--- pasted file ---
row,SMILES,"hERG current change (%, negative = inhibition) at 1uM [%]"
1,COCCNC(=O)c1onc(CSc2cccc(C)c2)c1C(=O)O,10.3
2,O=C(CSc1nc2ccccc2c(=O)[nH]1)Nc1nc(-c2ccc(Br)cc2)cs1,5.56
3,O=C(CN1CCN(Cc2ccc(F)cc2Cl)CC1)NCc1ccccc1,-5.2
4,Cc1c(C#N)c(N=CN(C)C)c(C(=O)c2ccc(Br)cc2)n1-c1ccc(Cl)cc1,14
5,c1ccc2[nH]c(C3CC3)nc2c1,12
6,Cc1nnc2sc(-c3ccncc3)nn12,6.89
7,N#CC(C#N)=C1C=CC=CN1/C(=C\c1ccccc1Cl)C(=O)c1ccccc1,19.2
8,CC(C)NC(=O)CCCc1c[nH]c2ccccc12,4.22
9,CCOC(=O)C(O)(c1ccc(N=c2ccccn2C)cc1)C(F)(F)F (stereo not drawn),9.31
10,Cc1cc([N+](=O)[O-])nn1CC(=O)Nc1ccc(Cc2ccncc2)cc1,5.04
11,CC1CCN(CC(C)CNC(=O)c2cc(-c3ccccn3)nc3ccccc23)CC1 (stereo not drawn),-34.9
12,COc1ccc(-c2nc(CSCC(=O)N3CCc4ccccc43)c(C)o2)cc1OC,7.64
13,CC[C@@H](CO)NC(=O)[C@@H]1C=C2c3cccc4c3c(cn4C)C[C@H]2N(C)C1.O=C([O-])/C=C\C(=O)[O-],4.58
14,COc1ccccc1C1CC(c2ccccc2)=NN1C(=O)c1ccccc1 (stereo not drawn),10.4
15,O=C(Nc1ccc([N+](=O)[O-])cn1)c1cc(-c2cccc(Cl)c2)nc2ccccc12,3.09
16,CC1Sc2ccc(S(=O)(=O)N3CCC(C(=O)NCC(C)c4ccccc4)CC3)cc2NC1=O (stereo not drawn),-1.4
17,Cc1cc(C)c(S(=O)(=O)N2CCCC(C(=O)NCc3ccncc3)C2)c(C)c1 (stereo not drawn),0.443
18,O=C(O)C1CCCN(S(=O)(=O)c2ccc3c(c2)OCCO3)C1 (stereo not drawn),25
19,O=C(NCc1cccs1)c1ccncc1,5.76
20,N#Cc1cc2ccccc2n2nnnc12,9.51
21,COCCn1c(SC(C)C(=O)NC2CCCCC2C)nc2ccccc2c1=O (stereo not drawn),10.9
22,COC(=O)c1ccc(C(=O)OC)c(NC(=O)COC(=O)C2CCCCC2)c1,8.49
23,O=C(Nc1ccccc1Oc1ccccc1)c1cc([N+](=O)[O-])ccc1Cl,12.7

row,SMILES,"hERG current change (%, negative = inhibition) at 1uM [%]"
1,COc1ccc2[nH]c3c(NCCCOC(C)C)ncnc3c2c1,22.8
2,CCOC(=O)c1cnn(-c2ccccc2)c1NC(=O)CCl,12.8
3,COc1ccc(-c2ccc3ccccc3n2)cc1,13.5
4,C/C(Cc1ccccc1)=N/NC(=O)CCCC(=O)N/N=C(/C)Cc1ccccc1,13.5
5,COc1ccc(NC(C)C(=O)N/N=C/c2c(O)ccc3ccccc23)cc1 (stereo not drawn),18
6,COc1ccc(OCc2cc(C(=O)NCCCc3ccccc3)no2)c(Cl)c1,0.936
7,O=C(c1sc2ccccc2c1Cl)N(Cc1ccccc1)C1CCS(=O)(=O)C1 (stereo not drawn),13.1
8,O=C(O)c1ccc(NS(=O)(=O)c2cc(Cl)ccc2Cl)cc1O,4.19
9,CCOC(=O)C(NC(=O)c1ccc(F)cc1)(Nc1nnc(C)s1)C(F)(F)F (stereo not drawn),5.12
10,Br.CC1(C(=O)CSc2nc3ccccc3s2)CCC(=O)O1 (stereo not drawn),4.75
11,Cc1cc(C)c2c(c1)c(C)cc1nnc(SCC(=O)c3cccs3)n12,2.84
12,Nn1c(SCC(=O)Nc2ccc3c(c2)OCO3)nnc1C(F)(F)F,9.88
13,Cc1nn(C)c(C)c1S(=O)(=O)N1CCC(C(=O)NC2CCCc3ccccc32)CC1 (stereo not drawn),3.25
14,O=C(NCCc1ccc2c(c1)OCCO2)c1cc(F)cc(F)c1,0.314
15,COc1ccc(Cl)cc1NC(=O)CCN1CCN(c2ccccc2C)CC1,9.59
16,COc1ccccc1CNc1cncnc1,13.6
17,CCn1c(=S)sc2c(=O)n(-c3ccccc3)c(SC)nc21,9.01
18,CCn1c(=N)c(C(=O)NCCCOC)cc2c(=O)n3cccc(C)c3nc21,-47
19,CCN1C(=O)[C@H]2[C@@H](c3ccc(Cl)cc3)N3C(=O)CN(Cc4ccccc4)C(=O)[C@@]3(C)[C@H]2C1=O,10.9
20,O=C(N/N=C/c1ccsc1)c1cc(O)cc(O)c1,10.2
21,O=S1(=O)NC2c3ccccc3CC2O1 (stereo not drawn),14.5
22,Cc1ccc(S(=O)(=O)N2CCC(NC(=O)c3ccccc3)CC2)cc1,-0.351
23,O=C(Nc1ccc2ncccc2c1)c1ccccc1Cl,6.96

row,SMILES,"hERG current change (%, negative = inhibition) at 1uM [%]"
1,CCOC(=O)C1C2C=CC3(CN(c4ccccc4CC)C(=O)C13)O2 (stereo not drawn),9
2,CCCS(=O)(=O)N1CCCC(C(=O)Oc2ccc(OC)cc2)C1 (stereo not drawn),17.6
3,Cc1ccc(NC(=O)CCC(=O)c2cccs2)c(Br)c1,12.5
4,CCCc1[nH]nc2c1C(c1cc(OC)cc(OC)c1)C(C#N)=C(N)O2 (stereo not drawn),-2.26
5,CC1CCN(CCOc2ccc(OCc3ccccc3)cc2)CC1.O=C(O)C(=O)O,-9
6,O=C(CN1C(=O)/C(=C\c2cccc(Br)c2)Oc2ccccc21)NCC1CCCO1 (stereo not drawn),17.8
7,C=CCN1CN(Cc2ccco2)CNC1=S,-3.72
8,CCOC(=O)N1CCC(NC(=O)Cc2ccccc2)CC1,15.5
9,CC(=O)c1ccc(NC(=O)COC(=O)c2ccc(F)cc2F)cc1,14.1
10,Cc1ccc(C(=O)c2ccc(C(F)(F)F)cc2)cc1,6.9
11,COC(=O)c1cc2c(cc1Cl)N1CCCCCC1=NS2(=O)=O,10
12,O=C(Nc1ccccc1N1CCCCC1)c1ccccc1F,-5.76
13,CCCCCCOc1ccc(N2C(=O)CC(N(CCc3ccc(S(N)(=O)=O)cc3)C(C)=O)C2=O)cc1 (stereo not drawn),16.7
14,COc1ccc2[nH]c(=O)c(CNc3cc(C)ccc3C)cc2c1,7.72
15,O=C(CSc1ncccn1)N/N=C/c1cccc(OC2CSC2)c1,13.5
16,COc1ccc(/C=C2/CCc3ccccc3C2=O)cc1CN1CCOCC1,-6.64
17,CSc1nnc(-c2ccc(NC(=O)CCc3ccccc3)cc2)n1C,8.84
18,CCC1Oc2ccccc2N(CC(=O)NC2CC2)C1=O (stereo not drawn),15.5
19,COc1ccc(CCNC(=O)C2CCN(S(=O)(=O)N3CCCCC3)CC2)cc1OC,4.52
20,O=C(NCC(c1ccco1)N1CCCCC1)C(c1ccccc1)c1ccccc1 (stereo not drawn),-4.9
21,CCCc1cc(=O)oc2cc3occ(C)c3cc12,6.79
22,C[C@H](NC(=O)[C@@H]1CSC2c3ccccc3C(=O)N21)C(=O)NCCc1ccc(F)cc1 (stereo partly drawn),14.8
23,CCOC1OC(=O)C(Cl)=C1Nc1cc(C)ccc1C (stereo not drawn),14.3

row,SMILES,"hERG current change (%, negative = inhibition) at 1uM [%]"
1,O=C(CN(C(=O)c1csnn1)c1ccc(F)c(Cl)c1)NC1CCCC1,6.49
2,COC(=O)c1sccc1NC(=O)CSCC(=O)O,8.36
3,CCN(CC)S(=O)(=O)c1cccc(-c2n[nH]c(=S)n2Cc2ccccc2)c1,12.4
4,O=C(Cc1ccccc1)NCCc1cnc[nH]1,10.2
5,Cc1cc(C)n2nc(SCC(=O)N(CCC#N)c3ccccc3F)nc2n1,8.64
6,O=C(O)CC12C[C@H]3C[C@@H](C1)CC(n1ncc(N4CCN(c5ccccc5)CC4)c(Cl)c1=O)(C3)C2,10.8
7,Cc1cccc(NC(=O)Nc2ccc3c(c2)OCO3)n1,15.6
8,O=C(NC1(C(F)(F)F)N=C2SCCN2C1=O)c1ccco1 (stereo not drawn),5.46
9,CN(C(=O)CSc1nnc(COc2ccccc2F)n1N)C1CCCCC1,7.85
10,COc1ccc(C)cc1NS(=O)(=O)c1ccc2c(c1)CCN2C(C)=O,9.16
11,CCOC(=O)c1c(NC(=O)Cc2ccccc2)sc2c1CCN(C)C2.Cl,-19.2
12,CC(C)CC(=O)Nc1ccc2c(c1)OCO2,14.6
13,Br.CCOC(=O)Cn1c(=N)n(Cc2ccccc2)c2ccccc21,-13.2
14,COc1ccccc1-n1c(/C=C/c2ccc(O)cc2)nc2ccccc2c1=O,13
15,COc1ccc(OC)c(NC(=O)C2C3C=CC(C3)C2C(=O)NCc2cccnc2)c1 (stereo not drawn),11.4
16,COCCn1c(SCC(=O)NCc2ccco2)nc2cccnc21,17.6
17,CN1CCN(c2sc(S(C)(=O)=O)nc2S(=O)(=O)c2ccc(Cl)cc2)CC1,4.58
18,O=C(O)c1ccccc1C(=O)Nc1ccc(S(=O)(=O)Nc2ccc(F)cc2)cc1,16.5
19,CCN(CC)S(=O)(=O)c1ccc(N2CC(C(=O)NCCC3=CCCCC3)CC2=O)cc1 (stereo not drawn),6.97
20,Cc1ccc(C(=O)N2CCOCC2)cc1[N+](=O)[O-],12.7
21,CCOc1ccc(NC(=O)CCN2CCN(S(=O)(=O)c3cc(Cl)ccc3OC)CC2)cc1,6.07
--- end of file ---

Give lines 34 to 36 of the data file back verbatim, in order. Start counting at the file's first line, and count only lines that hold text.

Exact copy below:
9,CCOC(=O)C(NC(=O)c1ccc(F)cc1)(Nc1nnc(C)s1)C(F)(F)F (stereo not drawn),5.12
10,Br.CC1(C(=O)CSc2nc3ccccc3s2)CCC(=O)O1 (stereo not drawn),4.75
11,Cc1cc(C)c2c(c1)c(C)cc1nnc(SCC(=O)c3cccs3)n12,2.84